Figure 1.8

Typical morphologies of protozoa. SOURCE : Photoimages with permission of the Microbe Zoo, Michigan State University. Images created by Shirley Owens.

ination of water and food. This ameba can form a cyst that can survive drying and normal disinfection. Some sarcodina can form flagella during particular stages of their life cycle, and others can cover their cells with bright shells or a sticky organic coating that picks up sand and other debris to form a protective coating. The Forminifera fonn a calcium carbonate shell in seawater. Accumulations of discarded






shells are common in ocean deposits and are responsible for the white cliffs of Dover and other similar chalky deposits. Mas.lgophera The zooflagellates are closely related to algae and are similar in characteristics to Euglena, which can live as a phototroph, like other algae. However, the zooflagellates are part of the Mastigophera, or heterotrophic protozoa. Most have either one or two flagella, which permits them to move rapidly in a circular pattern through water. Most forms are free living, but many are parasites. Members of the genus Trichonymphas live symbiotically in the digestive tracts of termites, where they digest wood and cellulose ingested by the termite. Some members of the family Trypanosomatidae are pathogenic to humans: Trypanosom gambiense is transmitted by the tsetse fly and causes the usually fatal African sleeping sickness. Zooflagellates are also common in biological treatment systems where they survive on the plentiful supply of bacteria produced in these systems. CIliophora Almost all of the Ciliophora, or ciliate$, are free living (Le., nonparasitic). They are characterized by the presence of ,many cilia, which move in a coordinated way to propel the organism or to create water currents that convey food to the oral region or mouth. two distinct types of ciliate: Biological wastewater treatment processes the free-swimming ciliates, which move through water seeking organic particulate matter, and the stalked ciliates, which attach themselves to large clumps or surfaces with long thin filaments called trichocysts. Vorticella are characteristic of the stalked ciliates. The stalked ciliates are sessile (attached) forms that bring food to themselves by creating water currents through cilia movement. Their presence in abundance in an aerobic biological wastewater treatment system is generally considered a sign of a stable, good operation, and one that is free from the influence of toxic substances. Sporozoa All Sporozoa are parasites. They usually are not motile and do not ingest food, but absorb it in a soluble form through the cell membrane. While not of importance in biological wastewater treatment systems, the Sporozoa are of great importance to public health. Of particular interest to public health is Plasmodium vivax, the causative agent of malaria. It carries out part of its life cycle in humans and the other part in the Anopheles mosquito, which inhabits the warmer parts ofthe world.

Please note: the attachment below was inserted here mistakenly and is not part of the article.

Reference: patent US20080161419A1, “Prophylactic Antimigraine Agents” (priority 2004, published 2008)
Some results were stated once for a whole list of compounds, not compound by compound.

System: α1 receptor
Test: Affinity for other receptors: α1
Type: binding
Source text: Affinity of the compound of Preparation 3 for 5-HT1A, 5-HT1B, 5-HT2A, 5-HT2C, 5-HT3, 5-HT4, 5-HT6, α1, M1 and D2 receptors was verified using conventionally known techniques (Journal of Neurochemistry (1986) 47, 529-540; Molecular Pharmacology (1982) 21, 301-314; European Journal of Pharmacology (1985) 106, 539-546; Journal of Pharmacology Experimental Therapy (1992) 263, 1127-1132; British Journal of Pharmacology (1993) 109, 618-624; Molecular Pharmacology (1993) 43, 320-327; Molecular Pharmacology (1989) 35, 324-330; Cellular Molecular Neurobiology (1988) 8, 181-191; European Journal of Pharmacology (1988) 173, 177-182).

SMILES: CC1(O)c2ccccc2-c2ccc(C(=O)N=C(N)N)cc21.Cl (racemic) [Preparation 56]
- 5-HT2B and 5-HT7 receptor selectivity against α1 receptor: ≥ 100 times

The microscopic members of the animal world, which are common in natural waters, are generally not covered in courses on microbiology, but a brief description of the morphology and function of some of the most common members is appropriate here. Some are illustrated in Figure 1.9. These include members of the phylum Aschelminthes, commonly referred to as sac worms, the most predominant members belonging to the classes Rotifera and Nematoda. Other common microscopic animals found in fresh- and marine waters and frequently in stabilization lagoons belong to the class Crustacea under the phylum Arthropoda. The Crustacea also include large







Figure 1.9

Multicellular organisms.

animals such as shrimp, lobsters, and crabs. The microscopic animals are multicellular, strictly aerobic, and ingest sn1all particulate organic materials, such as bacteria, algae, and other living or dead organic particles of similar size. This group of organisms borders on the line between microscopic and macroscopic. They are sufficiently small to impart turbidity to water, but in several cases their presence and movement may be detected without a microscope. Nematodes, or roundworms, are perhaps the most abundant animals in numbers of individuals and numbers of species. They are abundant in soils and in natural waters, where they are free living, and in higher animals, where they live as parasites. Nematodes are long and slender (Figure 1.9) and have a mouth at one tapered end and an anus at the other. They grow in abundance in aerobic treatment systems and can be discharged in high numbers to receiving streams if chlorination is not practiced. While these free-living forms are not in themselves harmful, some concern has arisen over their presence in water supplies because of the possibility that they can ingest pathogenic bacteria, which then become protected from the lethal action of disinfectants. While transfer of pathogens to humans in this manner is a distinct possibility, no real health problems from this source have been demonstrated. Some nematodes, however, are themselves pathogenic to humans. Rotifers are soft-bodied animals having a head, a trunk, and a tapered foot (Figure 1.9). The head generally has a wheel organ or wreath of cilia, which it rotates for swimming locomotion and to create currents that draw in food particles. The foot is generally bifurcated into two toes that allow the organism to anchor itself to large clumps of debris while it eats. When viewed with a microscope, it is common to see just below the head the internal action of the chewing organ or mastax, which contains jaws studded with teeth. In biological systems, rotifers can frequently be seen tearing at pieces of biological floc.